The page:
When Richard Bingham first came to KSL-TV, it was his intention to stay with the station for two years, learn what he could and move on.

On Friday Bingham will retire after spending the past 31 years working for KSL's parent company, Bonneville International, including 20 years at KSL. And now, finally, it's time to "move on.""To say that I'm retiring sort of implies that I'm tired and want to rest," said the 64-year-old news reporter. "But the fact is I'm just tired of what I've been doing for so long and I'm ready to try something new."

Of course, it'll probably take Bingham a while to to find "something new" to do, since his broadcasting career has been rich and varied. It actually began during World War II, when he served in the Navy as a radio operator in the South Pacific. Then, after graduating from the U. of U. in speech and drama in 1949, he accepted a job as a copy writer for an Idaho radio station.

"Television was just a curiosity on a four-inch screen then," he recalled. "It was an interesting idea, but radio seemed a more realistic profession."

During the next several years, however, the television industry boomed, and Bingham could see it was the wave of the future. He first caught the wave in 1956 in Idaho, and he rode that wave until 1958, when he signed on with KSL.

"We did a little bit of everything in those days - program announcements, calendar items, commercials," Bingham recalled. "And we did it all live."

And that led to some exciting moments. Like the time he read a toilet tissue commercial and said it was "lavatory tested" instead of "laboratory tested." Or the time a jeweler wanted him to do a commercial in which he chopped through a block of ice to retrieve a watch that, theoretically, would still be ticking despite having been frozen within the ice.

"I told them to let me use an ice pick, but they insisted that I use a hatchet," Bingham said. "So it took me about five minutes to chop through the ice. Do you have any idea how long five minutes seems when you're chopping ice on live TV? By the time I got to the watch it had stopped working and the band was broken. It was a total fiasco."

But enough things went right for Bingham that he was given a variety of assignments during his early days at KSL. He did parades with Jackie Nokes and Tom Bradshaw. He did the Bar-S Weather Report ("It was pretty hokey," Bingham admits now). And he did a five-minute newscast on Sunday evenings.

It was while he was doing the news for KSL that Bingham finally found what he wanted to do with his life - 14 years after graduating from college. Inspired somewhat by TV news coverage of the John F. Kennedy assassination, Bingham channeled his focus into journalism.

"I learned all my journalism on the street," he said. That included learning how to operate a 16-milimeter camera, which all TV reporters had to operate. "You shot your own film then," he said. "If you wanted to ask questions you had to set the camera up and then run to the front to do the interview."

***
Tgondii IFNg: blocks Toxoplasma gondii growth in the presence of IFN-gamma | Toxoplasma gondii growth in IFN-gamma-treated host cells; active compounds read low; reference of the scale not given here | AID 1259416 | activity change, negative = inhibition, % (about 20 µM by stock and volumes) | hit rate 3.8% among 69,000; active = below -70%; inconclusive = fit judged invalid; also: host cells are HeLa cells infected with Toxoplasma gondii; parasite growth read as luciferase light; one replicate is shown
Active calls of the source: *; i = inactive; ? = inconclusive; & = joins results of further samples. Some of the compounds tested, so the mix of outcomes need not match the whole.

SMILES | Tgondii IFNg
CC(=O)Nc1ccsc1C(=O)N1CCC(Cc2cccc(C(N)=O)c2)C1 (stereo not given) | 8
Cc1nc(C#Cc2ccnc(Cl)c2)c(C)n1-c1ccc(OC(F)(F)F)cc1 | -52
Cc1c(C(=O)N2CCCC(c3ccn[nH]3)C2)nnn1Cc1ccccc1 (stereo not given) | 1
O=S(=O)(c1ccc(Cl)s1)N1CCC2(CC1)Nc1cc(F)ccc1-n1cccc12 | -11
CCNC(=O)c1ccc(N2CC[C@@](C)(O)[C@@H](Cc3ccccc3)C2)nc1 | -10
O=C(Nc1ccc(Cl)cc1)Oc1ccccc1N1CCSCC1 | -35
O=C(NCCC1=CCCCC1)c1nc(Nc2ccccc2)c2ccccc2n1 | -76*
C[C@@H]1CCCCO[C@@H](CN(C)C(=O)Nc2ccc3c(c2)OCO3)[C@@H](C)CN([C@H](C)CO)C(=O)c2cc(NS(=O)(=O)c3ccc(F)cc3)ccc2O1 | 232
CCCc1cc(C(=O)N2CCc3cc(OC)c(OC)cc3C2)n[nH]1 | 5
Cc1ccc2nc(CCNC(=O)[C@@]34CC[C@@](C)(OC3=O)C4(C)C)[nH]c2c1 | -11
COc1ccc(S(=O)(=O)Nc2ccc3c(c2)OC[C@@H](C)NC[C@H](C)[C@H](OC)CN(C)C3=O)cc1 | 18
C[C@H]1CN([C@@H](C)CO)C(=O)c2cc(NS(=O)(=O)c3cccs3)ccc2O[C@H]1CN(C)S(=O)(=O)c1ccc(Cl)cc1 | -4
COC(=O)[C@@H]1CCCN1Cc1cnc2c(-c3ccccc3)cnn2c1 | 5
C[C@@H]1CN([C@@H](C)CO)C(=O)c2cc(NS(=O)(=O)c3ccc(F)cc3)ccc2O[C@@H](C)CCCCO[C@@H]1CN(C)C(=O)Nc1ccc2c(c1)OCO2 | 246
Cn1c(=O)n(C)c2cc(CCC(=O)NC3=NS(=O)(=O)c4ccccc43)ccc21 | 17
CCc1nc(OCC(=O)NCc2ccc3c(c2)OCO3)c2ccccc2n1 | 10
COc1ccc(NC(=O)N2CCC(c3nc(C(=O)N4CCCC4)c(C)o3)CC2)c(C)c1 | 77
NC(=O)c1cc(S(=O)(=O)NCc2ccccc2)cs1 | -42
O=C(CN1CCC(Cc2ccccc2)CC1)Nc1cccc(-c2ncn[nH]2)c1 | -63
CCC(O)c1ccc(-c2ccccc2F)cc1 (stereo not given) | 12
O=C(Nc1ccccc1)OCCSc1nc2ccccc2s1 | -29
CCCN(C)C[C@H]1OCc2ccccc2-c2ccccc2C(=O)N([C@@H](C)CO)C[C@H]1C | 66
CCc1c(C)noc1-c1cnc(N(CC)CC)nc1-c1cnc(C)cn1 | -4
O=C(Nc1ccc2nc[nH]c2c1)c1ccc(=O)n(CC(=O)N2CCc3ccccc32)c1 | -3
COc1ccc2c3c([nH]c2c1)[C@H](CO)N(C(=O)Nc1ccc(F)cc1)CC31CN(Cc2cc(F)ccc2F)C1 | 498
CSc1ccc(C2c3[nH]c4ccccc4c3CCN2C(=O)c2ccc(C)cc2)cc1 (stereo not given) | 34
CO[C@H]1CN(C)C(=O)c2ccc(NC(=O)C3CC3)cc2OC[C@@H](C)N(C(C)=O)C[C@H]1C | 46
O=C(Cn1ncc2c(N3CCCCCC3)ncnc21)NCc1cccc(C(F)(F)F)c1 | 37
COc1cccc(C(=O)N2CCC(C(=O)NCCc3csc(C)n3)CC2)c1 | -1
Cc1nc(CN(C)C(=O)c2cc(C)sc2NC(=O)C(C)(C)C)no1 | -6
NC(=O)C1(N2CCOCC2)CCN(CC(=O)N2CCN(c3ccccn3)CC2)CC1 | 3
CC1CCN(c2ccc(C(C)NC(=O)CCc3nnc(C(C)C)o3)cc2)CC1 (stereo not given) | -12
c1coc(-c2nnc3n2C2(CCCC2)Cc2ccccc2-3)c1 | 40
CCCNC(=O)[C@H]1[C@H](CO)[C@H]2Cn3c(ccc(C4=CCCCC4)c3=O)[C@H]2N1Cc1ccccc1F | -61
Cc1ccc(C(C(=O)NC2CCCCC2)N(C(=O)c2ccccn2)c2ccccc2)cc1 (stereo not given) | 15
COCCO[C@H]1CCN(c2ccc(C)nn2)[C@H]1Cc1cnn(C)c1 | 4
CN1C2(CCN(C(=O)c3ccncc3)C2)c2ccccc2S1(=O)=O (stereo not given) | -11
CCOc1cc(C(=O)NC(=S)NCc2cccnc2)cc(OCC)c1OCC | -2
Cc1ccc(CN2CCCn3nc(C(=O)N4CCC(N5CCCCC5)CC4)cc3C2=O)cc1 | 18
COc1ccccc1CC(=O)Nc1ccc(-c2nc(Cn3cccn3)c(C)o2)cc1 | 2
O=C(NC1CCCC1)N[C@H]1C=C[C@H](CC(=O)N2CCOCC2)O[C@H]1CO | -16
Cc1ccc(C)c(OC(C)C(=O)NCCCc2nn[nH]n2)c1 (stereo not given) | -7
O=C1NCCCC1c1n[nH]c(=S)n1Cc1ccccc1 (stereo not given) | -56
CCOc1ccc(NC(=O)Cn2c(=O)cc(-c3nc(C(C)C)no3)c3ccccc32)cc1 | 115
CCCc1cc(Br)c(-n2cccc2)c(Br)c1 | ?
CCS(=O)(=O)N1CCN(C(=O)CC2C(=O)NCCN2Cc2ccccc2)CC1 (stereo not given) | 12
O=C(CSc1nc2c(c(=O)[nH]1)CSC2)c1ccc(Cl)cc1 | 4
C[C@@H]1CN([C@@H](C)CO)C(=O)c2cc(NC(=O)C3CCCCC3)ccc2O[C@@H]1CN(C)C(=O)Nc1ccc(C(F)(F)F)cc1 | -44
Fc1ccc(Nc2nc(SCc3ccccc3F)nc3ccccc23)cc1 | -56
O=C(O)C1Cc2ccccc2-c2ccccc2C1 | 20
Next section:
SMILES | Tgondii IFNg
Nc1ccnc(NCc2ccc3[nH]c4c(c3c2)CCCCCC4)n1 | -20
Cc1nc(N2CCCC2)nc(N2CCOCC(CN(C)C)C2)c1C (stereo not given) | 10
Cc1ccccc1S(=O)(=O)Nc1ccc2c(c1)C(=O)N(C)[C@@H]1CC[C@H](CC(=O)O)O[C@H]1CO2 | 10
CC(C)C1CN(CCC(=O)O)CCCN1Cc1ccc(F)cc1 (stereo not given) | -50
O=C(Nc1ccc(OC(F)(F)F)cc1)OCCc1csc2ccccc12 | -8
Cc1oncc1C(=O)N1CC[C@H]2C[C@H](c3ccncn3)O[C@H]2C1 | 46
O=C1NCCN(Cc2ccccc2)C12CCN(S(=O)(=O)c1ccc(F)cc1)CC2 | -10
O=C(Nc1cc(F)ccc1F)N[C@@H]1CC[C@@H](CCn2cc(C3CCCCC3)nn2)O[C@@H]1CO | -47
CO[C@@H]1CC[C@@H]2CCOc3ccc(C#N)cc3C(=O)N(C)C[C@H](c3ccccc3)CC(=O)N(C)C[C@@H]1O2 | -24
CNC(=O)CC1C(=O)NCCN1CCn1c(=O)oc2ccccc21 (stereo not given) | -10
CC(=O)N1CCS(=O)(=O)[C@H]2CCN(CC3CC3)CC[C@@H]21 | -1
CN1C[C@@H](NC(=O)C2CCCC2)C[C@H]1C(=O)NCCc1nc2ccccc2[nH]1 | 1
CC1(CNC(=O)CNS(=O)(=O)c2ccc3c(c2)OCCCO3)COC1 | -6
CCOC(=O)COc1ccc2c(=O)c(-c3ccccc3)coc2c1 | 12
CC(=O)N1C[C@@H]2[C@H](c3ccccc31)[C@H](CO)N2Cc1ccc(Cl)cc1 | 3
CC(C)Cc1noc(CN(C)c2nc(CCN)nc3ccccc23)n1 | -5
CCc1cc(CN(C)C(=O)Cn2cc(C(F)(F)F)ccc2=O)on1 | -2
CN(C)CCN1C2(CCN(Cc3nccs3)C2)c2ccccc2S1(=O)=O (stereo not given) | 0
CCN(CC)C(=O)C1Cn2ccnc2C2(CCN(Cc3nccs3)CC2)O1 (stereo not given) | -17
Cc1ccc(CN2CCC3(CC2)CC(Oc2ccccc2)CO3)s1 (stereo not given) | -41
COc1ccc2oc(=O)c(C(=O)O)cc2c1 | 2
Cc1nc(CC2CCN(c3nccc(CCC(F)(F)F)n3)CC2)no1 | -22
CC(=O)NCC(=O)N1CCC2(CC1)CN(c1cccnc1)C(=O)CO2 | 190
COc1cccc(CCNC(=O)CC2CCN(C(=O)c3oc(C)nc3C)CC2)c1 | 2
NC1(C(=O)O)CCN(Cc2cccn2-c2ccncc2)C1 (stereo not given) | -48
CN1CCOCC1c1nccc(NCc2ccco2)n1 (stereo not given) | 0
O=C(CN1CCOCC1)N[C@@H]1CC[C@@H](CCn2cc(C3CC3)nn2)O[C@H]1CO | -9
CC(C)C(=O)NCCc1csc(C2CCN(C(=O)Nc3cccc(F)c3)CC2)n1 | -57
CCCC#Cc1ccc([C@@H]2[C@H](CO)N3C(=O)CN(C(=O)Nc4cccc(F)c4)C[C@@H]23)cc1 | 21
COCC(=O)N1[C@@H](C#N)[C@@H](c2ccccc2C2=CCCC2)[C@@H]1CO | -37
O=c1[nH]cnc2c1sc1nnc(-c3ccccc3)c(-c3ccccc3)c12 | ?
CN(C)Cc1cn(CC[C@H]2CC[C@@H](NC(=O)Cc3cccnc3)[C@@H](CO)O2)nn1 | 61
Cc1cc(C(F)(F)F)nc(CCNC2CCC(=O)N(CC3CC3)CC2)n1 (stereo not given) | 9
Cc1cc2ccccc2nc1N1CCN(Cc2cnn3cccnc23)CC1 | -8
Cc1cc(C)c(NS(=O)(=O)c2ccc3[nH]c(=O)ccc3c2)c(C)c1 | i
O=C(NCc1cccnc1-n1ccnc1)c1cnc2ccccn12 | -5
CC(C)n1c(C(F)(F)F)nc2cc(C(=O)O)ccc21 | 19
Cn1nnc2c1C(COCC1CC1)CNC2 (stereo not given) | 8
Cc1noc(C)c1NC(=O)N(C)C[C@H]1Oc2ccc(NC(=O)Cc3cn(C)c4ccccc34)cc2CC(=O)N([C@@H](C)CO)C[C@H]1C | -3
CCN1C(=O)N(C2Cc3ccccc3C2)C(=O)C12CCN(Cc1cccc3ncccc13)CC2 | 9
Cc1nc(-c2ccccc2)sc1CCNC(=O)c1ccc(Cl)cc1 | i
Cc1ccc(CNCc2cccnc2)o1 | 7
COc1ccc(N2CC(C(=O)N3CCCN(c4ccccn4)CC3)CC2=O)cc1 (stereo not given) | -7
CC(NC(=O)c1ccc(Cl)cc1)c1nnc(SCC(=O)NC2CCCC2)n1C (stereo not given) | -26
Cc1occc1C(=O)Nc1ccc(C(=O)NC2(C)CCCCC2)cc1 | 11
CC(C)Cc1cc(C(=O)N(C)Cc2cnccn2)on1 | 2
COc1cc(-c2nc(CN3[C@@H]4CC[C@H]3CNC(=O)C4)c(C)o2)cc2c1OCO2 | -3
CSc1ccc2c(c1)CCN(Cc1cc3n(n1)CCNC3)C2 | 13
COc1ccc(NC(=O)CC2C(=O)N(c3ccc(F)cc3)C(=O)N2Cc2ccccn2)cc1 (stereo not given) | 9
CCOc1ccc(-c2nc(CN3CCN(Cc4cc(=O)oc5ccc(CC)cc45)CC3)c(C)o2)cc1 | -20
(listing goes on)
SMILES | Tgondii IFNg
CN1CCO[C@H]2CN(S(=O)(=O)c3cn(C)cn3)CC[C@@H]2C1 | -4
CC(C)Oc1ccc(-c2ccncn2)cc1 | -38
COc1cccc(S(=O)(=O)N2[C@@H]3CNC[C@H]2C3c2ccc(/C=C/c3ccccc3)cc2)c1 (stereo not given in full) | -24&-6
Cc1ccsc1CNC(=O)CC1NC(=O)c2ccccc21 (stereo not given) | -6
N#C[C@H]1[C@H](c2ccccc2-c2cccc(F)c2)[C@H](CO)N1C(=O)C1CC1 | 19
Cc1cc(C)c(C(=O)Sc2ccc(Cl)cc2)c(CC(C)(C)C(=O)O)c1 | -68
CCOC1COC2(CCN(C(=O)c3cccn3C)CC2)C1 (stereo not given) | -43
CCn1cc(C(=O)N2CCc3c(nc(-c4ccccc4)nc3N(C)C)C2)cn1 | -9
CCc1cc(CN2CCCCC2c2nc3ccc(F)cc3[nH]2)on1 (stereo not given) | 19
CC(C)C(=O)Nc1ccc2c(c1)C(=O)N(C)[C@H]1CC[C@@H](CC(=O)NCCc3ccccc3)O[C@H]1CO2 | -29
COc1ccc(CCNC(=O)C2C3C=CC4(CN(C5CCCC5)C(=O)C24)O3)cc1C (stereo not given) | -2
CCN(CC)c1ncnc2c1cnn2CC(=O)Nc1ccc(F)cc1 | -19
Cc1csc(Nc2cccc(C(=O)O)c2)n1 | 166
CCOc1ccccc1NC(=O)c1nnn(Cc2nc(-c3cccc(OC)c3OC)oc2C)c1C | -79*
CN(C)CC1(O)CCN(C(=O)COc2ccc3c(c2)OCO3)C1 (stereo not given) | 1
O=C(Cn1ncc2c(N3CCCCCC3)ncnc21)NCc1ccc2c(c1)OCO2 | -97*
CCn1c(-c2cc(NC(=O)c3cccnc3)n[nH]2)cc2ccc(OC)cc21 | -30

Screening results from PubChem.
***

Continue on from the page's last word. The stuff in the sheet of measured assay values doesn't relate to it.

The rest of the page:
Bingham was part of a five-man KSL news staff in 1964. He even did two brief stints as news anchor, including a few months just before Ch. 5 hired a young reporter named Dick Nourse for the job.

"Sure, I hoped KSL would pick me for the job," Bingham said. "But they wanted someone who hadn't been associated with commercials."

So Bingham went to KSL's sister station, KIRO in Seattle, for 11 years, returning to KSL in 1976 when he and his wife, Mirelda, and their five children decided they preferred living in Salt Lake City. He's been the station's government specialist ever since despite a mild heart attack in 1983.

During a career that has spanned four decades, Bingham has watched television - and TV news in particular - grow up. "The best thing about TV news is how you can take people to where an event is happening and let them see it for themselves," he said. "And with today's technology you can do it instantly. It's made the world a much smaller place."

And the worst thing? "There's so much raunchy, wasteful material put on the air," Bingham said. "When I see a Geraldo Rivera getting so much air time, I don't think we're making the best use of this tool. We're focusing on telling people about life as it is, and not as it should be."

But that isn't Bingham's problem anymore - beginning Saturday. No more deadlines, no more performance stress, no more live television. Instead, he hopes to do some freelance work, some writing - maybe even a little public relations.

"I'm not going to lay around," Bingham said. "This isn't a time to rest. It's just a time to move on."